Emerson College’s only independent, student-run newspaper since 1947

The Berkeley Beacon

Emerson College’s only independent, student-run newspaper since 1947

The Berkeley Beacon

Emerson College’s only independent, student-run newspaper since 1947

The Berkeley Beacon

Emerson Staff Union requests voluntary recognition from college for two new bargaining units

Rachel Choi

The Emerson Staff Union (ESU) has requested the college voluntarily recognize staff in Financial Aid and Student Accounts as union members. Now, ESU, who has already recognized eligible staff in both offices as members, is waiting for a yes or no response from the college to make it official.

ESU members said they received a response from President Jay Bernhardt last Friday, a week after they issued a letter of their request for recognition to him on Feb. 23. In his response, Bernhardt said he hopes to get back to the union with an answer this coming week. ESU met with Human Resources last Tuesday to discuss the authentication process and who is eligible.

“On Feb 23, 2024, the Staff Union informed the college of a group of Emerson staff members who wish to affiliate with the Staff Union and requested voluntary recognition. The College is carefully considering the request and will inform the Union as soon as a decision has been made,” the college said in a statement to the Beacon.

ESU, a collective bargaining organization representing 167 staff members at the college in Academic Affairs, IT, and the Marketing Communications departments, is represented by Local SEIU 888. John-Albert Moseley, chair of the union and the program coordinator of VMA, said they are currently in the life of their second contract, with 2025 being the last year of the contract.

Staff members in Financial Aid and Student Accounts have been working with the union for several months, ESU members said, based on the lack of equity and representation in their working conditions. A majority of the eligible staff for union membership have already signed union cards, they said.

“We are a large portion of this college and we help this college run smoothly. If there is a union for the workers of Emerson, then I think it is very fair we are part of that,” said Barrett Nightingale, a staff member in the office of Student Accounts and one eligible staff member who has been unionizing.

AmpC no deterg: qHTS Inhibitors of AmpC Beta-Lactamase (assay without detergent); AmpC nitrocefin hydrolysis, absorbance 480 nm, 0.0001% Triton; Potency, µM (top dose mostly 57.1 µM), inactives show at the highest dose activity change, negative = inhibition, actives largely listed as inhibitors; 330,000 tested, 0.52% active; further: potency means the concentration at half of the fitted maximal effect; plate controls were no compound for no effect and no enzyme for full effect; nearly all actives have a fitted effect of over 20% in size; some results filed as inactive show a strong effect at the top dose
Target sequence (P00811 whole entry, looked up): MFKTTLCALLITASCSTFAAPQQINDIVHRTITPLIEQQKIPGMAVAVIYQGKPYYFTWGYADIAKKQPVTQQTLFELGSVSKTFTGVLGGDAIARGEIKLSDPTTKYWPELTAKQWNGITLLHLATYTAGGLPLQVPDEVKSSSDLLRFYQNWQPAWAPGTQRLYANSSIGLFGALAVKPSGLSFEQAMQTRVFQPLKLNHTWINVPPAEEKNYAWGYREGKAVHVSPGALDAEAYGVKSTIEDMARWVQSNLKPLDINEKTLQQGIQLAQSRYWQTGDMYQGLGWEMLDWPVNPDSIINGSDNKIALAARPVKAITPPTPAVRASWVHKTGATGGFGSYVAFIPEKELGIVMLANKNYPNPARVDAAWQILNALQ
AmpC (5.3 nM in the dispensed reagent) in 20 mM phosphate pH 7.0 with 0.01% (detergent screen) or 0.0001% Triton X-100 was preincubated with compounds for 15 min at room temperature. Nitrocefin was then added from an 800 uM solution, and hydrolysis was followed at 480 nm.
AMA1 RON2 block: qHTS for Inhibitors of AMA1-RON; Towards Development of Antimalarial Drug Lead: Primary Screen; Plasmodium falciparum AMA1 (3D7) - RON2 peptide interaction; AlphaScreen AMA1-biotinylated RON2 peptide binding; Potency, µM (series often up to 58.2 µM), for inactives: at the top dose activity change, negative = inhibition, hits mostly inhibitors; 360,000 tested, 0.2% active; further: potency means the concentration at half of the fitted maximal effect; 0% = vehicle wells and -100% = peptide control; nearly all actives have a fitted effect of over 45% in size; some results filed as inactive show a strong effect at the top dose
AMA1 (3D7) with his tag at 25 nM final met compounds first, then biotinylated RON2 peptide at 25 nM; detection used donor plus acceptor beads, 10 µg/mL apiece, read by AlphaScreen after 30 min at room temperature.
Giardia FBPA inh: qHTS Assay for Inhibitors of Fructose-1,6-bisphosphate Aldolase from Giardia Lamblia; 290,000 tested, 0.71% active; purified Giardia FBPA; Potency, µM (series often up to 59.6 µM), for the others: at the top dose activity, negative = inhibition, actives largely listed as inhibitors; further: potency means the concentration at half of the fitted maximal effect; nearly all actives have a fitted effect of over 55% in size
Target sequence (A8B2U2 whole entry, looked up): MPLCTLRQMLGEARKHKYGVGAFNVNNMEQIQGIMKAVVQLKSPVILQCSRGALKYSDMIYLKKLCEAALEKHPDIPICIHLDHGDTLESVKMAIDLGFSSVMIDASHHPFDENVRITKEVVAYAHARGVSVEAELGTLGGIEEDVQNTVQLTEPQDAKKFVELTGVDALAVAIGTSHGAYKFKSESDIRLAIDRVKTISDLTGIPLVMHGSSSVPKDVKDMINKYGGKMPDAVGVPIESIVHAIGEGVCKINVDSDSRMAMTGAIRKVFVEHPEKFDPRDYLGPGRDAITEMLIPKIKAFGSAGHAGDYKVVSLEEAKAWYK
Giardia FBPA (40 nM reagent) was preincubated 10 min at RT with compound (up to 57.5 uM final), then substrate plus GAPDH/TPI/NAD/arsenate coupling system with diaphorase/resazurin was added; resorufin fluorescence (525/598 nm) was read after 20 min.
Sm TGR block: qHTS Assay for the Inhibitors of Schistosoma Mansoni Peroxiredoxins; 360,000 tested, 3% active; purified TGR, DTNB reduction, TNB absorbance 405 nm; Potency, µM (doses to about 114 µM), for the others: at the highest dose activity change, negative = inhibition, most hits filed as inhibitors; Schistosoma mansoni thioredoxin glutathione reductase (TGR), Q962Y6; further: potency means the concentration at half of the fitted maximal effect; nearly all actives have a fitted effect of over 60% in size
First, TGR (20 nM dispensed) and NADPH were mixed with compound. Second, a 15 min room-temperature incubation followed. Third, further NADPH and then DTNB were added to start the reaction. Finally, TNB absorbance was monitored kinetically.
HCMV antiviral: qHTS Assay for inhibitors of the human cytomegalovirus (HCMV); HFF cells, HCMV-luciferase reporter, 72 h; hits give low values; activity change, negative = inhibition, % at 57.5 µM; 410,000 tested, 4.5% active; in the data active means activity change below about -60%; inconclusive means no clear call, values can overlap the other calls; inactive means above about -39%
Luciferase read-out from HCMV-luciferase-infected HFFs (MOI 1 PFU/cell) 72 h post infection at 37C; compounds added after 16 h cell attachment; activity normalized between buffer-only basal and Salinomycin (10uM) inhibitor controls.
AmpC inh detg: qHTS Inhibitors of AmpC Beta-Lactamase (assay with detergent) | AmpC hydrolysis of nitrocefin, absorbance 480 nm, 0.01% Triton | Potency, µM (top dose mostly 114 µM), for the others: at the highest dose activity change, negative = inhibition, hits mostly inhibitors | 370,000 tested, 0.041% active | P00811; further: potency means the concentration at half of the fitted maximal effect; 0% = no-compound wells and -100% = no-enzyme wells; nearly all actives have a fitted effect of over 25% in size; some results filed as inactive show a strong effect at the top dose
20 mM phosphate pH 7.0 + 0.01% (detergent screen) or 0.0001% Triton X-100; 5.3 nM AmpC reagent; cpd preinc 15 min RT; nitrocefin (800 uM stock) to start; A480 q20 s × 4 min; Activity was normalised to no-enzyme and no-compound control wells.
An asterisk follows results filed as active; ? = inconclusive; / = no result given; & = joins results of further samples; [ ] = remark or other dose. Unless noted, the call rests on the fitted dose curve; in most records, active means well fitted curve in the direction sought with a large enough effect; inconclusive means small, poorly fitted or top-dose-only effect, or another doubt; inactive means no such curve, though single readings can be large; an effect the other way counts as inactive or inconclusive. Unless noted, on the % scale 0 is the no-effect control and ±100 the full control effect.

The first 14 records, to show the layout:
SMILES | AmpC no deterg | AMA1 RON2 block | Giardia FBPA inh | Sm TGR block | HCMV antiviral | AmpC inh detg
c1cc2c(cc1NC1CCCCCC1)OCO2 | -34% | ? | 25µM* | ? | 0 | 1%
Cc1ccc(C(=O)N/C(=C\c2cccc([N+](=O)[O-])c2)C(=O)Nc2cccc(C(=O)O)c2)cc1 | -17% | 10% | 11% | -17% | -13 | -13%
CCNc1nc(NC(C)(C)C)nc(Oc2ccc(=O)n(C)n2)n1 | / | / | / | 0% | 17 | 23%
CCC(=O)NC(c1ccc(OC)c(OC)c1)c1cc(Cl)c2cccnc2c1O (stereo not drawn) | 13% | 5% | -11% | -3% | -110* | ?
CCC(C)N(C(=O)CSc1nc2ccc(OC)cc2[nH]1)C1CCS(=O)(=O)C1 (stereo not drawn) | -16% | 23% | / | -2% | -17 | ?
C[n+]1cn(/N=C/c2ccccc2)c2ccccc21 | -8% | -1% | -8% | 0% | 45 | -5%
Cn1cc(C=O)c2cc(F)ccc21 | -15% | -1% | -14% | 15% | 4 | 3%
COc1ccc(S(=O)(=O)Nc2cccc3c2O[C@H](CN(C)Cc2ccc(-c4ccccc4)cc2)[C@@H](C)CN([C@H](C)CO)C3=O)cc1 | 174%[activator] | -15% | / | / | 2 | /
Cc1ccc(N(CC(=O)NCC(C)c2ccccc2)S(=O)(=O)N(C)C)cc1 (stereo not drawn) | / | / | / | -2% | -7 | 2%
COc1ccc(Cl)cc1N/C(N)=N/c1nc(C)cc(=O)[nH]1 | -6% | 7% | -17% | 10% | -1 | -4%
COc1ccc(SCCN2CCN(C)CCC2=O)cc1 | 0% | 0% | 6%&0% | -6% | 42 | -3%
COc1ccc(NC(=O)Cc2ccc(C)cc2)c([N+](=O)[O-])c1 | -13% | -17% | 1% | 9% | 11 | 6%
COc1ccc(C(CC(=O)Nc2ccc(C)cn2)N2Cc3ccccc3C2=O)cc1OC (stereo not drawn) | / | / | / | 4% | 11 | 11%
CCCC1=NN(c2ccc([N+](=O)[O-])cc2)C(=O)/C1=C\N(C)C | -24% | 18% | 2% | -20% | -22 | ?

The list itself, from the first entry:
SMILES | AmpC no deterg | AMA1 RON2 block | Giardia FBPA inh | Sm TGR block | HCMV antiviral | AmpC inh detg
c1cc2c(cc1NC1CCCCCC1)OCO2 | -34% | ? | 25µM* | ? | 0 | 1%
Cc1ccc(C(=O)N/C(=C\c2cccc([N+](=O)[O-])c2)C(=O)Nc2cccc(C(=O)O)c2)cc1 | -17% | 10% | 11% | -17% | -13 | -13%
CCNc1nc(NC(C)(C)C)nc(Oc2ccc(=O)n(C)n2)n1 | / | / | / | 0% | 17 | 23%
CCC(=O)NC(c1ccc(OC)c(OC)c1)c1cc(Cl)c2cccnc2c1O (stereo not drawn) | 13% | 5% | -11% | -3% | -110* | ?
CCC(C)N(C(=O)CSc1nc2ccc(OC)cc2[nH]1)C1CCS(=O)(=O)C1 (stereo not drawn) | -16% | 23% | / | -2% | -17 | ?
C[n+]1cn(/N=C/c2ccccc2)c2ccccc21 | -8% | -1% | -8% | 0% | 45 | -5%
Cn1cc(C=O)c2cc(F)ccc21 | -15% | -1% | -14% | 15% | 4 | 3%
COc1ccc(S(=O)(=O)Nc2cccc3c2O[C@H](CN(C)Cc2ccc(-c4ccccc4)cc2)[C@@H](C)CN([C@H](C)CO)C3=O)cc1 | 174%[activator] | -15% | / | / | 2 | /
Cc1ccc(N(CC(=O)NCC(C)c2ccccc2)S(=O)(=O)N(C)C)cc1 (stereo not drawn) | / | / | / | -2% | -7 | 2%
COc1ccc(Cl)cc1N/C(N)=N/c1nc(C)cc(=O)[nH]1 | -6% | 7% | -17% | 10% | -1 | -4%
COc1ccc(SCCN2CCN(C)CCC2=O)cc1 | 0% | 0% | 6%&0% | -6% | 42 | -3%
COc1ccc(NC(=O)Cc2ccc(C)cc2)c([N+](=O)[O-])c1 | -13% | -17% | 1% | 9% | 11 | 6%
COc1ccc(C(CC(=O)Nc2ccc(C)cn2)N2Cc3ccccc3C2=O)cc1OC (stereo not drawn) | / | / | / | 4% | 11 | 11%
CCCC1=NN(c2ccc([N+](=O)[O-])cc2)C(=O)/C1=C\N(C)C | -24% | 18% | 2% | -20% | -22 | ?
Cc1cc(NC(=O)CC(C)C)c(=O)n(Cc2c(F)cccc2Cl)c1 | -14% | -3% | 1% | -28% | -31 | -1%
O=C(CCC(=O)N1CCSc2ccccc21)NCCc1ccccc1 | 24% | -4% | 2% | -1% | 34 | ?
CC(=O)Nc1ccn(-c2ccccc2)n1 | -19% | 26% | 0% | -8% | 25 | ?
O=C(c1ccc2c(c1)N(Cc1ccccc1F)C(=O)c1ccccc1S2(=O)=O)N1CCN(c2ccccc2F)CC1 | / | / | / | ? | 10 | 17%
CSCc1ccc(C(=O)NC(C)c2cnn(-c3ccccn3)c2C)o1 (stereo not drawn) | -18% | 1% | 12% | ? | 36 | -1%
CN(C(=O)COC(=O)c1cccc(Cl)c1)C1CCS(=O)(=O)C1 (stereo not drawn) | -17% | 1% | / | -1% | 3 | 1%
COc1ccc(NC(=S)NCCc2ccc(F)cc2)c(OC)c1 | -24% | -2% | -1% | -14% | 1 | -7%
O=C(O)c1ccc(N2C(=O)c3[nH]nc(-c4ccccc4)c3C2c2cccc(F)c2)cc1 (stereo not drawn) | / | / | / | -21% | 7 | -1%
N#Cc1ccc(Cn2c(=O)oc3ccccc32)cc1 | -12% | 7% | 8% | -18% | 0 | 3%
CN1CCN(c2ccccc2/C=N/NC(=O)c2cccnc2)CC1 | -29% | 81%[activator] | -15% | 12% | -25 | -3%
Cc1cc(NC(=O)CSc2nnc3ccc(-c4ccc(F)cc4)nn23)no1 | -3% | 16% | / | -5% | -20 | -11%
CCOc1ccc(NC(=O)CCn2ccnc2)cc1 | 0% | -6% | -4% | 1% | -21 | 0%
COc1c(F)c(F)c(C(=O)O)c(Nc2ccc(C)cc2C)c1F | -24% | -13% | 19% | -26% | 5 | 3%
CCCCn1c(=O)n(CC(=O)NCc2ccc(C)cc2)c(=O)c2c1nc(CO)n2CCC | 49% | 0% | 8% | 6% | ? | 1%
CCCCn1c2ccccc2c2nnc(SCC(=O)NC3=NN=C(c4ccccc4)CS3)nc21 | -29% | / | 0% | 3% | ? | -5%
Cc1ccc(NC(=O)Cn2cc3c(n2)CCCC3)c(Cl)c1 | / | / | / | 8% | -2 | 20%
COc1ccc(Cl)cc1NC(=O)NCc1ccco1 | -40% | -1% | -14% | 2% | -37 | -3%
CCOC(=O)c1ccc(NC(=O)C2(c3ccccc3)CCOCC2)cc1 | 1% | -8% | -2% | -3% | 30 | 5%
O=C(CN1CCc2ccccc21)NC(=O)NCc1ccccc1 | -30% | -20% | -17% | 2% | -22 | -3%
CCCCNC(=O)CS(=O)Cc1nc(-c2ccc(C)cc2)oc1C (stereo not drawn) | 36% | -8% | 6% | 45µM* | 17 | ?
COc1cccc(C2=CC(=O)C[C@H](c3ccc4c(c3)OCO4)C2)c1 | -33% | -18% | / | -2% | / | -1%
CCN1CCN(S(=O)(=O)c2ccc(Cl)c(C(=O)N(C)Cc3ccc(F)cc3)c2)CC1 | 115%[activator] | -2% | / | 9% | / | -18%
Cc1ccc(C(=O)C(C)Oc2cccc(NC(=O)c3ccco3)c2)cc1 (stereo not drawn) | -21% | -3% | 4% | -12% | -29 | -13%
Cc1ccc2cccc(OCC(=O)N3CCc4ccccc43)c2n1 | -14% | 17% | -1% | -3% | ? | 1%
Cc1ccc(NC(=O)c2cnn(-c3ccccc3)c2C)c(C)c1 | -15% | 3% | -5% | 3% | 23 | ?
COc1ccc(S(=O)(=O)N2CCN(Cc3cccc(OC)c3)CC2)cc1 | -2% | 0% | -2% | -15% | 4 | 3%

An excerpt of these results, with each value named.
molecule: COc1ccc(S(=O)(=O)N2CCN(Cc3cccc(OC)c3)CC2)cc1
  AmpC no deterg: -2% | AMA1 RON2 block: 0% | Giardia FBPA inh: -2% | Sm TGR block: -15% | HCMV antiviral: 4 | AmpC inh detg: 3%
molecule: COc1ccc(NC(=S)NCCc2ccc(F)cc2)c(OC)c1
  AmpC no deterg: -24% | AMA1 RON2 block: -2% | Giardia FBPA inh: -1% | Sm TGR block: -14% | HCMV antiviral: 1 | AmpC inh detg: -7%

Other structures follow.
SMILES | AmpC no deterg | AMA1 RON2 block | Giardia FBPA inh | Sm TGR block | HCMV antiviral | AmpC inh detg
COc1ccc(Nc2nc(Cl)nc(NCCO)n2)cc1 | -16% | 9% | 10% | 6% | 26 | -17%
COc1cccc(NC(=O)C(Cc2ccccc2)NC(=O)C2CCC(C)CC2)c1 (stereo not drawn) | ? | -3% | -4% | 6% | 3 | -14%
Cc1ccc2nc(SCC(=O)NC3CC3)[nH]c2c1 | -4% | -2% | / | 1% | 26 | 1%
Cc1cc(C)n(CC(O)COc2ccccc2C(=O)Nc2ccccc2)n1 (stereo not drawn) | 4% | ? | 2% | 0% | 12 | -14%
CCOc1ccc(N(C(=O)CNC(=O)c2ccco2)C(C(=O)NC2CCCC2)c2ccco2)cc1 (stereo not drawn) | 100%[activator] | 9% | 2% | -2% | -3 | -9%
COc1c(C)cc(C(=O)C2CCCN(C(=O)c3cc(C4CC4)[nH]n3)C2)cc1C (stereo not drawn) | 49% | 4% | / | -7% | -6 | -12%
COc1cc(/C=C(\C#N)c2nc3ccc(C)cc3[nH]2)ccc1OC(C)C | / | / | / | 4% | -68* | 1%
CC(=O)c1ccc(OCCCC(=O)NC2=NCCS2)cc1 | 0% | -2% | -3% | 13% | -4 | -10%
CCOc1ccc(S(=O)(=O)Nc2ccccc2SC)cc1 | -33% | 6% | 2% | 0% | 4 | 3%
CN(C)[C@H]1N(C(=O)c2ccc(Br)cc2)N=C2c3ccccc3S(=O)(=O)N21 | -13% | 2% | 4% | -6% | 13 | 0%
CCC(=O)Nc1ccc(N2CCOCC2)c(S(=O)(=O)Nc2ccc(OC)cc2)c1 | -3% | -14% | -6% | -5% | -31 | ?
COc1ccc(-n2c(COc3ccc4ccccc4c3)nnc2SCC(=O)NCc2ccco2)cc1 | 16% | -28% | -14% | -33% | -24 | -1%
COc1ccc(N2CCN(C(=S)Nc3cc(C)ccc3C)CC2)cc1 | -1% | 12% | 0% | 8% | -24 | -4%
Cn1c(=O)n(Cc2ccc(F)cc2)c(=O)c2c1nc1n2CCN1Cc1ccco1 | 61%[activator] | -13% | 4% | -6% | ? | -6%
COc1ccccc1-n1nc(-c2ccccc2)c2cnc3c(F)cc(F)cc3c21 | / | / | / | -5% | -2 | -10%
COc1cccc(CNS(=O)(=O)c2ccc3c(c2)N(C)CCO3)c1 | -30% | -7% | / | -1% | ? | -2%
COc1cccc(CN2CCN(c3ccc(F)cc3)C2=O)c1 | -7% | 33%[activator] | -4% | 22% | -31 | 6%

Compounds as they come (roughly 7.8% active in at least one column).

Nightingale is a Student Accounts counselor, helping to facilitate payments and refunds with her group of students. She said she believes that she and her colleagues work hard for the college and want their voices to be heard. 

“It’s important to be part of that [union] work. We want our voices to be heard by the union … and any union efforts being made for labor practices to have the voices of our divisions involved in that,” Nightingale said. “For me, it is about getting to contribute and help the workers at Emerson.”

Similar to the steps Emerson resident assistants took last fall, the union’s request from the college for voluntary recognition would include 15 eligible staff members from both offices. If the college agrees to their request, ESU is asking for a third-party federal mediator to be available to the college to verify the signed cards.

If ESU receives a declined request from the college, they will take the matter to a vote with the National Labor Relations Board for an election to certify the two new bargaining units as representative of a unit of staff within the union.

“This is a very engaging and talented group of people that will be an asset. They are an asset to the college and an asset to our daily lives,” said Moseley. “We are hoping the college will do the right thing and acknowledge this small group.”